Green Campus Hosts GreenFest, A Day Of Collaboration and Celebration

3 min read

By Rajsi Rana ’26

News Editor

On Saturday, April 13, Green Campus hosted the fifth annual Greenfest, a festival in celebration of Earth Month. The event was hosted at the Mill, with speeches, performances and activities. 

The event gave a platform to several important speakers, beginning with Stephanie Thomas, the Secretary of State of Connecticut. Thomas spoke on the importance of voting consistently, as well as sustainable voting. Sharon Lewis, the Executive Director of the Connecticut Coalition for Environmental Justice, spoke on the current work and initiatives that they are currently working towards. 

Green Campus invited several other clubs to be part of the event. The clubs involved included Trinity Environmental and Climate Justice (TEACJ), Trinity Divests, Trinity Homelessness Project (THP), One Love, The Coop, The Sustainable Finance Association (SFA), the Sustainability Committee and the Annual Community Event Staff (ACES). Each club hosted a booth with various different activities, from seed planting to flip-the-bottle. 

The afternoon of speakers also included a speech from a few members of Trinity Divests: Jia Kumar ‘27, Linnea Mayo ‘26, Caitlin Doherty ‘26 and Carla Schmidt ‘27. “We want to hold Trinity College accountable for their lack of sustainable investment,” said Kumar during the speech.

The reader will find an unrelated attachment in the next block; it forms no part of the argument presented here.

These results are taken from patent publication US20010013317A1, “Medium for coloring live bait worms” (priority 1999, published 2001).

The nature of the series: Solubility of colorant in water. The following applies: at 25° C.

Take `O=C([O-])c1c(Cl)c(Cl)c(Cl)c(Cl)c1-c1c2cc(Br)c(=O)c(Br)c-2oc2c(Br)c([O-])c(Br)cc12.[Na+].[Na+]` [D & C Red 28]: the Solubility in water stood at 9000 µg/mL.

In addition to the educational speeches given, several student groups as well as a Boston-based band performed. Starting off the afternoon, AfroVibe Live (AVL), an Afrobeats band, performed. They perform African music, many of which are covers from notable African artists. Following that, High Speed Brakes, a band comprised of four Trinity students, performed. Jammwich played the final set of the day.

Aurora Trani ‘24 and Colleen Quinn ‘24, the two co-presidents of Green Campus, were the driving forces behind Greenfest. “The planning of Greenfest is always a big endeavor for Green Campus as a club. Colleen and I wanted to curate a fun and positive environment that celebrated sustainability efforts on campus and in the Hartford community,” said Trani. 

Quinn said, “I think it’s important to get people talking about the environment in situations that are not focusing on the ‘doom and gloom’ aspects of climate change. Sustainability is a positive topic and is easy to engage with in little ways in your daily life. Greenfest, and other events like it, focus on celebrating environmental efforts in your daily life and within your community.” On a similar note, Maliah Ryan ‘25, one of the co-founders and co-presidents of Trinity Environmental And Climate Justice (TEACJ) said, “All of the environmental clubs and everyone interested in climate and protecting the environment got to be all in the same room together, and [Greenfest] felt like a celebration.”

Much of the discussion surrounding environmental issues highlights the lack of action on such topics. Trinity’s Greenfest was an important reminder of things to celebrate, the progress that is being made on and off Trinity’s campus and the action that has been undertaken by several members of the Trinity and the Hartford community.

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